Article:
For this session of Journal Club we welcome spring, and our guest host Dr Faten Arouri.
Faten has chosen to review:
Lillie Wenzel and Harry Evans
The Kings Fund
About your host
My name is Faten Arouri and I am currently working as a Medical Advisor in oncology covering melanoma and colorectal cancers. Prior to that, I had been a doctor for 12 years during which I worked across multiple medical specialities but always had a special interest in oncology. My last NHS job was a Clinical Research Fellowship in Gastrointestinal Cancers in London.
For my review, I chose to focus on a common topic to all trainees and highly topical under the current climate. The paper is Clicks and mortar: Technology and the NHS estate.
Clicks and mortar: Technology and the NHS estate
- Developments in technology are affecting the NHS estate in different ways. While some changes are already having a clear impact, for many others it will take years and significant scaling before the impact on physical space becomes clear. Together, these changes have the potential to deliver an estate that is better for patients and staff, smarter, and more integrated.
- Technology develops quickly, and changes are difficult to predict, while buildings can be around for many years. This means that providing flexibility within the estate, enabling it to adapt as technology develops, will be increasingly important.
- Changes in technology are likely to result in a different NHS estate, rather than a smaller one, with space being used for different purposes or configured in different ways. Technology may also provide opportunities for getting more value from the existing estate – for example, by supporting multi-purpose spaces.
- There are a number of challenges to getting the most out of technology and the estate. These include the availability of strategic and technical skills within the NHS in each of these areas, and being able to access the investment necessary, given pressure on capital budgets.
- Technology and the estate have too often operated in silos. To maximise their impact, the estate and technology should be brought together as part of wider plans for change – both within organisations and across local systems. This means developing an overarching vision and being clear about the role technology and the estate can play in delivering it.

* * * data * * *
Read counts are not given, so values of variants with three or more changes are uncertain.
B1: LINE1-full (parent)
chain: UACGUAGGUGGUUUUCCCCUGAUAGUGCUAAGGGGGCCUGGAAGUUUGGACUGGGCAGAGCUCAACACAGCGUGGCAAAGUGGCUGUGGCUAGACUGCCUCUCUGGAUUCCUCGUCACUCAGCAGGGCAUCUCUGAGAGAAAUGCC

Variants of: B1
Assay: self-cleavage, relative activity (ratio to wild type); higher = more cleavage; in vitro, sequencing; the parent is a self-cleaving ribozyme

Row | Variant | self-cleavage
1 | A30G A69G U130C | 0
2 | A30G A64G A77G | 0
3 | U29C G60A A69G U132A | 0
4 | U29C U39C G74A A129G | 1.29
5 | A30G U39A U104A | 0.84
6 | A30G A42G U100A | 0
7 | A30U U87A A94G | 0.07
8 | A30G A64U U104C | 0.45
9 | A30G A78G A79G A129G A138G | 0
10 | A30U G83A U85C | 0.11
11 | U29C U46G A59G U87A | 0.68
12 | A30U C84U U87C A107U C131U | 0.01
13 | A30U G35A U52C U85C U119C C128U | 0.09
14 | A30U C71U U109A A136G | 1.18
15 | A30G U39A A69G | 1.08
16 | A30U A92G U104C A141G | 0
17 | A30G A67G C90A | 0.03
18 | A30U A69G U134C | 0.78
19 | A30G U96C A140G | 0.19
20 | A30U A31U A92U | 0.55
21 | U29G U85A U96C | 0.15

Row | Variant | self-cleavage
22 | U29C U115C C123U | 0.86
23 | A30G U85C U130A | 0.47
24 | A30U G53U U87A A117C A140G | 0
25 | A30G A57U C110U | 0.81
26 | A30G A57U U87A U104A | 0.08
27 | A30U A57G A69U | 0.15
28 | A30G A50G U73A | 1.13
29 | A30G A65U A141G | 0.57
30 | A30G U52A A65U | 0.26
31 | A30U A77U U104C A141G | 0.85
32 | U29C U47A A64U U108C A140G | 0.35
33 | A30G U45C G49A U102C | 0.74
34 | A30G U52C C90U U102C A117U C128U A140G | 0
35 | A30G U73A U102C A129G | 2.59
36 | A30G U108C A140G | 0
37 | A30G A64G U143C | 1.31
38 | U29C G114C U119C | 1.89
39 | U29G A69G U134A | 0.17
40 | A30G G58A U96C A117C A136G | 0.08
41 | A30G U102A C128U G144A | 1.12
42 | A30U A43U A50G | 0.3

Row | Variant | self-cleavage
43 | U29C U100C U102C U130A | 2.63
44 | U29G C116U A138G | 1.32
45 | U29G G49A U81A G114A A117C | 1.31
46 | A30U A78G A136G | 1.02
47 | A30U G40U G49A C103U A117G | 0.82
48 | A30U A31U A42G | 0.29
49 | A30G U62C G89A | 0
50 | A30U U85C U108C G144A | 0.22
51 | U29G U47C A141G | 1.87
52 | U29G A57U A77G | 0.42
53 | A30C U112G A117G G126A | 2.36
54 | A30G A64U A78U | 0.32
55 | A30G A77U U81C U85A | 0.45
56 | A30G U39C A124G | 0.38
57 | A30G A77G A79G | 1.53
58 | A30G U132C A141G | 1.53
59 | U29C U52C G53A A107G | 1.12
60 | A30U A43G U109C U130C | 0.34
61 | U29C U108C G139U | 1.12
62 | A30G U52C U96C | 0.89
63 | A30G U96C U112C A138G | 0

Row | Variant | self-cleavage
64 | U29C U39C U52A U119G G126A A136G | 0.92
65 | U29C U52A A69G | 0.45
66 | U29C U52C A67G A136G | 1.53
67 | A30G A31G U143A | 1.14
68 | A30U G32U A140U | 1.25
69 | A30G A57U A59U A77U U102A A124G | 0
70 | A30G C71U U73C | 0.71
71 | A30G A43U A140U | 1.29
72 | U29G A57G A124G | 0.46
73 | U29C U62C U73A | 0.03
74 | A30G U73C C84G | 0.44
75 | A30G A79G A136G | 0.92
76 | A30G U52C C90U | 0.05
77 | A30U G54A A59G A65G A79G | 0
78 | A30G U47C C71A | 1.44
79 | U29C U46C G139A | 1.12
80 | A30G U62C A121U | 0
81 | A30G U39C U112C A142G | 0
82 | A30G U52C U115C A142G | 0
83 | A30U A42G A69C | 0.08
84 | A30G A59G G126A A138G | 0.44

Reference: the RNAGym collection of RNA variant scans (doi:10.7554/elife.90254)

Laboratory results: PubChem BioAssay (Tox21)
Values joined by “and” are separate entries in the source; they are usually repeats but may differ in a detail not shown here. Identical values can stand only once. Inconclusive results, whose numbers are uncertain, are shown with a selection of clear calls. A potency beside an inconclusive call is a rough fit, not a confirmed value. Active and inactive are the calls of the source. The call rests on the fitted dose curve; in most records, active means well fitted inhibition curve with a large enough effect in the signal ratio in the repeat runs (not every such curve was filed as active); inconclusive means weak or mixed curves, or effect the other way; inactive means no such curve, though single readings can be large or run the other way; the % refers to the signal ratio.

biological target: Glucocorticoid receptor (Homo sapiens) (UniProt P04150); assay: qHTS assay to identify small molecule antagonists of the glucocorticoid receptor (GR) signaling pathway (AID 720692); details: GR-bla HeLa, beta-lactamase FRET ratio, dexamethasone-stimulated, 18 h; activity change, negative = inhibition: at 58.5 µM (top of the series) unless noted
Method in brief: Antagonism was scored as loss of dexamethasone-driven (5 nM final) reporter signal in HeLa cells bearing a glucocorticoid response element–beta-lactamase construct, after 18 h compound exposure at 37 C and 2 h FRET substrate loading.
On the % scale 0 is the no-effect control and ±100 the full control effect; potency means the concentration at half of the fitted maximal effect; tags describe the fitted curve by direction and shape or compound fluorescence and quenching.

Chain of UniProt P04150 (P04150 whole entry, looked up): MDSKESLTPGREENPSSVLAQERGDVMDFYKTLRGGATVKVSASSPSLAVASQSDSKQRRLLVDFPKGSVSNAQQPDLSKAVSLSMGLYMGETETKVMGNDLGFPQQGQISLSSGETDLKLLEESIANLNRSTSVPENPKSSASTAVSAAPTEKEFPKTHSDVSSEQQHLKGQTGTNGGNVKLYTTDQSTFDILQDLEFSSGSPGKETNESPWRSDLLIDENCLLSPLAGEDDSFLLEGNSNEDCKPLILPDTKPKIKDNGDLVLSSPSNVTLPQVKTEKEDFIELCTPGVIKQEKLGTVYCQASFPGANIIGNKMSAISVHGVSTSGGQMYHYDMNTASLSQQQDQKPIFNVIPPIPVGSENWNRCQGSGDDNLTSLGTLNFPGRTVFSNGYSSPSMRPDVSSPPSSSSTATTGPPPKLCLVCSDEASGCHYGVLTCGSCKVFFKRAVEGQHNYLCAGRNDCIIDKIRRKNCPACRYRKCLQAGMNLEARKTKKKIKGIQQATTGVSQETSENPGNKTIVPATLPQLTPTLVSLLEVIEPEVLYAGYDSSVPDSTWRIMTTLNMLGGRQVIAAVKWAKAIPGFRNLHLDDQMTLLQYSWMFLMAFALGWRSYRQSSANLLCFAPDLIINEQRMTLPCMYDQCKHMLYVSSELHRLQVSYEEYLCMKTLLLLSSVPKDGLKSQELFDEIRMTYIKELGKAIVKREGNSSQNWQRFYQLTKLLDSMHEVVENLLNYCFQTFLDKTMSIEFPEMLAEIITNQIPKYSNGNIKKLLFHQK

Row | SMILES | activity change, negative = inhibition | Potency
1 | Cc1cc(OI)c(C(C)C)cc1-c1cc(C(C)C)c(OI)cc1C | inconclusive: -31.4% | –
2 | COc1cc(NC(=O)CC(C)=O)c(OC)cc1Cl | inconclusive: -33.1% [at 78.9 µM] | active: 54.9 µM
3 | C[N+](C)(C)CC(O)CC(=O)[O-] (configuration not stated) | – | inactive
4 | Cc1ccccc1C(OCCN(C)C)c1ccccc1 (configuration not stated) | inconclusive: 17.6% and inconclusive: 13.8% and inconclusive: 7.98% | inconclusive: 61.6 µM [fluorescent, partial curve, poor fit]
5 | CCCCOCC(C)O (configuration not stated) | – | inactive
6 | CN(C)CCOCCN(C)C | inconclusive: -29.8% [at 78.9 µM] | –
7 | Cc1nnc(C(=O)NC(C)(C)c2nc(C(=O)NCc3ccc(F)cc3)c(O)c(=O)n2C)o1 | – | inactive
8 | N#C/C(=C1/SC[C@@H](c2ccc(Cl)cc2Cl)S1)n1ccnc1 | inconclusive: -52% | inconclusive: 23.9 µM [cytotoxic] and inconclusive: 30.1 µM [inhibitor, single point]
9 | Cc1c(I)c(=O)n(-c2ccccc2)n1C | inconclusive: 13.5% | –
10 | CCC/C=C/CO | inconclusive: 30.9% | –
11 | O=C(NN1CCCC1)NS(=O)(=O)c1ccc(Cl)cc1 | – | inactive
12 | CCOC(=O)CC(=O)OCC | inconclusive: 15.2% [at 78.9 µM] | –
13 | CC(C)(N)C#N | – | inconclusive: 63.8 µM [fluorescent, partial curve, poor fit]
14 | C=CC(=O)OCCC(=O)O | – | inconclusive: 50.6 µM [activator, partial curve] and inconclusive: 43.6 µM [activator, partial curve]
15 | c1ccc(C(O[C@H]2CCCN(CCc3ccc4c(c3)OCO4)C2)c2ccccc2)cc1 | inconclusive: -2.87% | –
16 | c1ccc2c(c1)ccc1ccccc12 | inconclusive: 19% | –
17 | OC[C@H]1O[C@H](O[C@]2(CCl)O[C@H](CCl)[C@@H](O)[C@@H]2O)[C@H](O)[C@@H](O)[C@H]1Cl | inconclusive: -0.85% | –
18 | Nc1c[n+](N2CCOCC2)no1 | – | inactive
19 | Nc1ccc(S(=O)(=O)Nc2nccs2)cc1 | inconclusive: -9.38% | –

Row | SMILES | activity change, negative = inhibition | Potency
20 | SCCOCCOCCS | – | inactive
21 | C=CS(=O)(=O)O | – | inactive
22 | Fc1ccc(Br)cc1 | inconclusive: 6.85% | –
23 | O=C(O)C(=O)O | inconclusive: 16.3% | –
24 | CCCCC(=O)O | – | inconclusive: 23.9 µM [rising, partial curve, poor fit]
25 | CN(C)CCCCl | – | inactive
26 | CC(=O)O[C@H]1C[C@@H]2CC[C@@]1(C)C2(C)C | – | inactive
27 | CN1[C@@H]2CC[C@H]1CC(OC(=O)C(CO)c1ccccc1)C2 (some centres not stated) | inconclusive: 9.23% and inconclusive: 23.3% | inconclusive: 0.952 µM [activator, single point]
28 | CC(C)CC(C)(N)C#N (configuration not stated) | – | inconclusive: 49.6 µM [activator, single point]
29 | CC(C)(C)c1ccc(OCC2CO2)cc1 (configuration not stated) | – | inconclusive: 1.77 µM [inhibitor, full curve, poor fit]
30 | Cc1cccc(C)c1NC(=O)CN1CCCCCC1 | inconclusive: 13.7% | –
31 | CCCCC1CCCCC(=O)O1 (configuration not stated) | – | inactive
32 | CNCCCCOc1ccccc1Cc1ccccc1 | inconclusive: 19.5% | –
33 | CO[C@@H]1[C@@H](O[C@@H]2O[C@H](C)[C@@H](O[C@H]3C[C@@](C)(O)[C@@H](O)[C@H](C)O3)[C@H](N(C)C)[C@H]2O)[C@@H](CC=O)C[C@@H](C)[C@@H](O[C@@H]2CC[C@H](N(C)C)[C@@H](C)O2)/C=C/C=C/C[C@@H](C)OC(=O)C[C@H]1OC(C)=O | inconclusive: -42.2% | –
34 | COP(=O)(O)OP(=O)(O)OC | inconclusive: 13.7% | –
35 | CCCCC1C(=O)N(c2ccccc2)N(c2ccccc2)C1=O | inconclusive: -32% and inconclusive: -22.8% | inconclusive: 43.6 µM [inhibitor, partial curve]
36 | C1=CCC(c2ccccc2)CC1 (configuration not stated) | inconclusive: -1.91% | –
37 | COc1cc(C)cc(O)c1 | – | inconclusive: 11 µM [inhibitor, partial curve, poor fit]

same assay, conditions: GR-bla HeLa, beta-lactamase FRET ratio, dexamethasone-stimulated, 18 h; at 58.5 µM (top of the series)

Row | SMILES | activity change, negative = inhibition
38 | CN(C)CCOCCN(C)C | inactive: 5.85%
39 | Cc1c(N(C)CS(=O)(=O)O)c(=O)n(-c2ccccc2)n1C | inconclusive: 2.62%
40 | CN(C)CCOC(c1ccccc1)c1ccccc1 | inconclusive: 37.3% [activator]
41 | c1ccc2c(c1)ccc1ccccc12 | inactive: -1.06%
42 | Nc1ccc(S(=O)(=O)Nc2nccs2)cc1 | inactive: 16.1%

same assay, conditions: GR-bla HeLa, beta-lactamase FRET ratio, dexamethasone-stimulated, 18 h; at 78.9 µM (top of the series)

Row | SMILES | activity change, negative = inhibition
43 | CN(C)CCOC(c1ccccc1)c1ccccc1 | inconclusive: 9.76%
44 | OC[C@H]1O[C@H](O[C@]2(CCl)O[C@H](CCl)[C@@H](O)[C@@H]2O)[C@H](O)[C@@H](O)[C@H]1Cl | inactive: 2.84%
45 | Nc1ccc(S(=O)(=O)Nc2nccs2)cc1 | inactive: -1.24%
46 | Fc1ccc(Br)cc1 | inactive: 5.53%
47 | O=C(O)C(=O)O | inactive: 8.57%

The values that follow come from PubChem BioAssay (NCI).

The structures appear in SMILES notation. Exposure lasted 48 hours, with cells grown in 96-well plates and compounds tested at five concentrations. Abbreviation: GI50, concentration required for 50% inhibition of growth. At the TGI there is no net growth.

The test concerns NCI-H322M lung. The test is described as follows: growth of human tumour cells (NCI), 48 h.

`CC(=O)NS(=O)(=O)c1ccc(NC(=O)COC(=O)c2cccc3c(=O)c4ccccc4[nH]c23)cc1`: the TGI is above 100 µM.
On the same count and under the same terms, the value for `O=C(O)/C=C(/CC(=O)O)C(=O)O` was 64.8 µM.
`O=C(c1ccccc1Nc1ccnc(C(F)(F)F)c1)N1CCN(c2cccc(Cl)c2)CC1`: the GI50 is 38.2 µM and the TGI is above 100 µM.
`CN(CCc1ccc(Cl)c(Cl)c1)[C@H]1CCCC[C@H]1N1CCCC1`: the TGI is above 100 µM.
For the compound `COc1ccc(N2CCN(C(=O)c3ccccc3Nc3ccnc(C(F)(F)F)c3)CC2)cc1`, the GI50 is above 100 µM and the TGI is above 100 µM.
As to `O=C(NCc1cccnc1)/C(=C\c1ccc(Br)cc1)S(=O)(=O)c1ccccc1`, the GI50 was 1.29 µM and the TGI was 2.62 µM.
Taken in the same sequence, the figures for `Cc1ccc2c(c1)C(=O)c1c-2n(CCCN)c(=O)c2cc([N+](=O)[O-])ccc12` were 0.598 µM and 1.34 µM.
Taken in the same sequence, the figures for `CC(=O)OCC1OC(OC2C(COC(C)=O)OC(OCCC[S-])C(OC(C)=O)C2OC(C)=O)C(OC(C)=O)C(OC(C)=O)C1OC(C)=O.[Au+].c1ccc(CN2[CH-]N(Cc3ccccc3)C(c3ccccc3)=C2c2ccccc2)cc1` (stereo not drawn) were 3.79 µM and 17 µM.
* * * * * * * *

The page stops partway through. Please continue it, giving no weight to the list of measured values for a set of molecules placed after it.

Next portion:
- Sustainability and transformation partnerships (STPs) and integrated care systems (ICSs) can play an important role in planning technology and the estate across organisations. This includes collaborating with organisations beyond the NHS, such as local government and voluntary sector organisations, and taking advantage of the opportunities that come from working at scale.
- In addition to local leadership, there is a clear role for the national NHS bodies in supporting this work. In particular, the centre should support common data and technology standards (so that different systems can talk to each other) and facilitate the sharing of learning across the NHS.
- Engaging patients in the development of technology and the estate is critical to ensure that any changes meet their needs. It is important that engagement is as wide as possible to understand how different groups are affected. For example, engagement should consider whether the expansion of digital access to care will disproportionately impact some groups, and how to mitigate this risk.
- Successfully embedding changes in technology and the estate will also require the full engagement of staff. This means engaging staff in the design process to ensure that changes in systems and their working environment meet their needs.
About journal clubs
Journal clubs are educational settings where individuals meet regularly to critically evaluate articles in the medical and scientific literature.
They are a recognised way of keeping up to date with latest advancements in areas of interest.
If you attend this webinar you can use it as CPD for your appraisal. To do so you’ll need to provide:
- evidence (certificate of attendance), and
- reflection, specifically a couple of paragraphs on what you learnt, what effect it will have on your current practice and how it relates to Good Medical Practice.
Upload these into your portfolio and self-allocate your CPD points at 0.25 credits per 15 mins.
Host a Journal Club
There are many benefits of taking part, including the following:
- Increase your knowledge
- Reflect on your practice
- Share insights and ideas in a relaxed and supportive setting
- Encourage evidence-based medicine
- Keep abreast with new literature
- Stimulate debate, and improved understanding of current topics
- Develop your presentation skills
- Build your network
- Gain participatory CPD hours towards revalidation
If you would like to host a Journal Club, please email firstname.lastname@example.org and let us know.
Queries: If you have any questions please email email@example.com.
Joining instructions will be emailed to registered attendees periodically, and a reminder will be sent on the morning of the Journal Club (18 March 2021). Please check you junk folder!
The views, information, or opinions expressed during FPM events and training are those of the individuals involved and do not necessarily represent those of the Faculty of Pharmaceutical Medicine. We value inclusivity, equality and diversity, and work hard to promote these whenever possible in all of our activities. We welcome your comments or questions: firstname.lastname@example.org